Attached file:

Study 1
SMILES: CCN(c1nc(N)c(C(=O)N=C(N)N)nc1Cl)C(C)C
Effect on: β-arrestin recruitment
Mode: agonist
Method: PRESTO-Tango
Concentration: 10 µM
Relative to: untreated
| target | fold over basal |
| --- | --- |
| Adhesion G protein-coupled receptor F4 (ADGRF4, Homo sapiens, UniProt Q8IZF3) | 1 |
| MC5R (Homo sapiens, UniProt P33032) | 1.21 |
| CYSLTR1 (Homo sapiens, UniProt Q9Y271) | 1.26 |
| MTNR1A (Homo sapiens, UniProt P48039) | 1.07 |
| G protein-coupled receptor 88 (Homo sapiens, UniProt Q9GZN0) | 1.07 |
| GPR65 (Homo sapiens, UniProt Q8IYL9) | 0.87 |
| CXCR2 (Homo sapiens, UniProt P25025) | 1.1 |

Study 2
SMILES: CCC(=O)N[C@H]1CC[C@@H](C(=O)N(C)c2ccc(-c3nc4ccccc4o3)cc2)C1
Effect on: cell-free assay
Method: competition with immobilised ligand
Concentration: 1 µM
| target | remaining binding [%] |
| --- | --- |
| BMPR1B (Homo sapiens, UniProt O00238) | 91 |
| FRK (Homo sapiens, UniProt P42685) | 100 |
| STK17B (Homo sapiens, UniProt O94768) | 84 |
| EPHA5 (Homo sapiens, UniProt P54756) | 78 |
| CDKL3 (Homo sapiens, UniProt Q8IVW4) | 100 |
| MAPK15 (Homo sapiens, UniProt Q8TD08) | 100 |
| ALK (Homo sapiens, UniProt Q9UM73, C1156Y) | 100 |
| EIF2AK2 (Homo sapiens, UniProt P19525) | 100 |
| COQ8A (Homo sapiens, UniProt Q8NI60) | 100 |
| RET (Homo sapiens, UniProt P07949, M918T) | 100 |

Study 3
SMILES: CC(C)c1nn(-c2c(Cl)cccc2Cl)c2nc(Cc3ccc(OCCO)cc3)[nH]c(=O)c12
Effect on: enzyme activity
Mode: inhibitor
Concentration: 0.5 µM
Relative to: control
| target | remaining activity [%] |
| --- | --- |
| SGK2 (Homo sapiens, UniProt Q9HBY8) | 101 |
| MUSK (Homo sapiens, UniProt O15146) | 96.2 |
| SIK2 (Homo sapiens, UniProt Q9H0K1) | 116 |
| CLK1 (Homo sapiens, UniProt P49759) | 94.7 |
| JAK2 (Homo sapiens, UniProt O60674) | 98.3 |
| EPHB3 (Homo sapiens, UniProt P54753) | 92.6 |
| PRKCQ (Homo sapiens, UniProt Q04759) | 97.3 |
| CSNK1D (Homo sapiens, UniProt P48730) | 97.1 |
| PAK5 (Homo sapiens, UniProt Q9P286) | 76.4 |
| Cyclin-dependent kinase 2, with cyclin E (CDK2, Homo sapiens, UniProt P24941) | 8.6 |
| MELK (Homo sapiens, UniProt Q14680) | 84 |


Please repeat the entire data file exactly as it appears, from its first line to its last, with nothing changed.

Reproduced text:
Study 1
SMILES: CCN(c1nc(N)c(C(=O)N=C(N)N)nc1Cl)C(C)C
Effect on: β-arrestin recruitment
Mode: agonist
Method: PRESTO-Tango
Concentration: 10 µM
Relative to: untreated
| target | fold over basal |
| --- | --- |
| Adhesion G protein-coupled receptor F4 (ADGRF4, Homo sapiens, UniProt Q8IZF3) | 1 |
| MC5R (Homo sapiens, UniProt P33032) | 1.21 |
| CYSLTR1 (Homo sapiens, UniProt Q9Y271) | 1.26 |
| MTNR1A (Homo sapiens, UniProt P48039) | 1.07 |
| G protein-coupled receptor 88 (Homo sapiens, UniProt Q9GZN0) | 1.07 |
| GPR65 (Homo sapiens, UniProt Q8IYL9) | 0.87 |
| CXCR2 (Homo sapiens, UniProt P25025) | 1.1 |

Study 2
SMILES: CCC(=O)N[C@H]1CC[C@@H](C(=O)N(C)c2ccc(-c3nc4ccccc4o3)cc2)C1
Effect on: cell-free assay
Method: competition with immobilised ligand
Concentration: 1 µM
| target | remaining binding [%] |
| --- | --- |
| BMPR1B (Homo sapiens, UniProt O00238) | 91 |
| FRK (Homo sapiens, UniProt P42685) | 100 |
| STK17B (Homo sapiens, UniProt O94768) | 84 |
| EPHA5 (Homo sapiens, UniProt P54756) | 78 |
| CDKL3 (Homo sapiens, UniProt Q8IVW4) | 100 |
| MAPK15 (Homo sapiens, UniProt Q8TD08) | 100 |
| ALK (Homo sapiens, UniProt Q9UM73, C1156Y) | 100 |
| EIF2AK2 (Homo sapiens, UniProt P19525) | 100 |
| COQ8A (Homo sapiens, UniProt Q8NI60) | 100 |
| RET (Homo sapiens, UniProt P07949, M918T) | 100 |

Study 3
SMILES: CC(C)c1nn(-c2c(Cl)cccc2Cl)c2nc(Cc3ccc(OCCO)cc3)[nH]c(=O)c12
Effect on: enzyme activity
Mode: inhibitor
Concentration: 0.5 µM
Relative to: control
| target | remaining activity [%] |
| --- | --- |
| SGK2 (Homo sapiens, UniProt Q9HBY8) | 101 |
| MUSK (Homo sapiens, UniProt O15146) | 96.2 |
| SIK2 (Homo sapiens, UniProt Q9H0K1) | 116 |
| CLK1 (Homo sapiens, UniProt P49759) | 94.7 |
| JAK2 (Homo sapiens, UniProt O60674) | 98.3 |
| EPHB3 (Homo sapiens, UniProt P54753) | 92.6 |
| PRKCQ (Homo sapiens, UniProt Q04759) | 97.3 |
| CSNK1D (Homo sapiens, UniProt P48730) | 97.1 |
| PAK5 (Homo sapiens, UniProt Q9P286) | 76.4 |
| Cyclin-dependent kinase 2, with cyclin E (CDK2, Homo sapiens, UniProt P24941) | 8.6 |
| MELK (Homo sapiens, UniProt Q14680) | 84 |